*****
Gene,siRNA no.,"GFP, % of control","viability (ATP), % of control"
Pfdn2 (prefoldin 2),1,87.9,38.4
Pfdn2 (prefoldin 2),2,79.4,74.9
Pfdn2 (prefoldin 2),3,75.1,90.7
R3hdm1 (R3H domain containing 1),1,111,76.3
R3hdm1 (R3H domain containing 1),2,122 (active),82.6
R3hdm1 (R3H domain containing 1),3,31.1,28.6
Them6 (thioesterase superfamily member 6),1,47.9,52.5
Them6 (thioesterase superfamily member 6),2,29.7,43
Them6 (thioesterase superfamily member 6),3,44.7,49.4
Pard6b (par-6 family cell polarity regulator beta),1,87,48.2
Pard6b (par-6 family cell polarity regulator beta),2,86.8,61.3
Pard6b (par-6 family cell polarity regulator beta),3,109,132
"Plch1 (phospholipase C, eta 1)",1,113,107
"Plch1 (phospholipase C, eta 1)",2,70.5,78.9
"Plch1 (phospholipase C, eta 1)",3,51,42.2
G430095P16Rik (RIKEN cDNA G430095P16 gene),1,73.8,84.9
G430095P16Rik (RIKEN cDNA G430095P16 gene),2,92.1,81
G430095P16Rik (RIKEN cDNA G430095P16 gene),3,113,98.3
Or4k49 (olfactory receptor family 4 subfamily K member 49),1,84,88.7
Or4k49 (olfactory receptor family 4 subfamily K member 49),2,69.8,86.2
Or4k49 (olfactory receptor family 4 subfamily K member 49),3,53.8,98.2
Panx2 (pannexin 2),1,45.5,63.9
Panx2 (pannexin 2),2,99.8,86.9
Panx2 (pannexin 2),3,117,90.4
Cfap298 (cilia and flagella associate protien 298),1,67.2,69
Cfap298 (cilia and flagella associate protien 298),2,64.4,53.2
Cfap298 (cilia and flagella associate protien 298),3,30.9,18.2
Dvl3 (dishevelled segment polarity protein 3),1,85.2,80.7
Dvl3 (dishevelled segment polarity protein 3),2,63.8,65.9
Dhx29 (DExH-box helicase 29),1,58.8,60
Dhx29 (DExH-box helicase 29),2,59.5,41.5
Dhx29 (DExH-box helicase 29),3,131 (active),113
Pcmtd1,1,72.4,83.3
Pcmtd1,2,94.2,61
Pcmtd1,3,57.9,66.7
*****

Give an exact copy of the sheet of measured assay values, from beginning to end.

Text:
Gene,siRNA no.,"GFP, % of control","viability (ATP), % of control"
Pfdn2 (prefoldin 2),1,87.9,38.4
Pfdn2 (prefoldin 2),2,79.4,74.9
Pfdn2 (prefoldin 2),3,75.1,90.7
R3hdm1 (R3H domain containing 1),1,111,76.3
R3hdm1 (R3H domain containing 1),2,122 (active),82.6
R3hdm1 (R3H domain containing 1),3,31.1,28.6
Them6 (thioesterase superfamily member 6),1,47.9,52.5
Them6 (thioesterase superfamily member 6),2,29.7,43
Them6 (thioesterase superfamily member 6),3,44.7,49.4
Pard6b (par-6 family cell polarity regulator beta),1,87,48.2
Pard6b (par-6 family cell polarity regulator beta),2,86.8,61.3
Pard6b (par-6 family cell polarity regulator beta),3,109,132
"Plch1 (phospholipase C, eta 1)",1,113,107
"Plch1 (phospholipase C, eta 1)",2,70.5,78.9
"Plch1 (phospholipase C, eta 1)",3,51,42.2
G430095P16Rik (RIKEN cDNA G430095P16 gene),1,73.8,84.9
G430095P16Rik (RIKEN cDNA G430095P16 gene),2,92.1,81
G430095P16Rik (RIKEN cDNA G430095P16 gene),3,113,98.3
Or4k49 (olfactory receptor family 4 subfamily K member 49),1,84,88.7
Or4k49 (olfactory receptor family 4 subfamily K member 49),2,69.8,86.2
Or4k49 (olfactory receptor family 4 subfamily K member 49),3,53.8,98.2
Panx2 (pannexin 2),1,45.5,63.9
Panx2 (pannexin 2),2,99.8,86.9
Panx2 (pannexin 2),3,117,90.4
Cfap298 (cilia and flagella associate protien 298),1,67.2,69
Cfap298 (cilia and flagella associate protien 298),2,64.4,53.2
Cfap298 (cilia and flagella associate protien 298),3,30.9,18.2
Dvl3 (dishevelled segment polarity protein 3),1,85.2,80.7
Dvl3 (dishevelled segment polarity protein 3),2,63.8,65.9
Dhx29 (DExH-box helicase 29),1,58.8,60
Dhx29 (DExH-box helicase 29),2,59.5,41.5
Dhx29 (DExH-box helicase 29),3,131 (active),113
Pcmtd1,1,72.4,83.3
Pcmtd1,2,94.2,61
Pcmtd1,3,57.9,66.7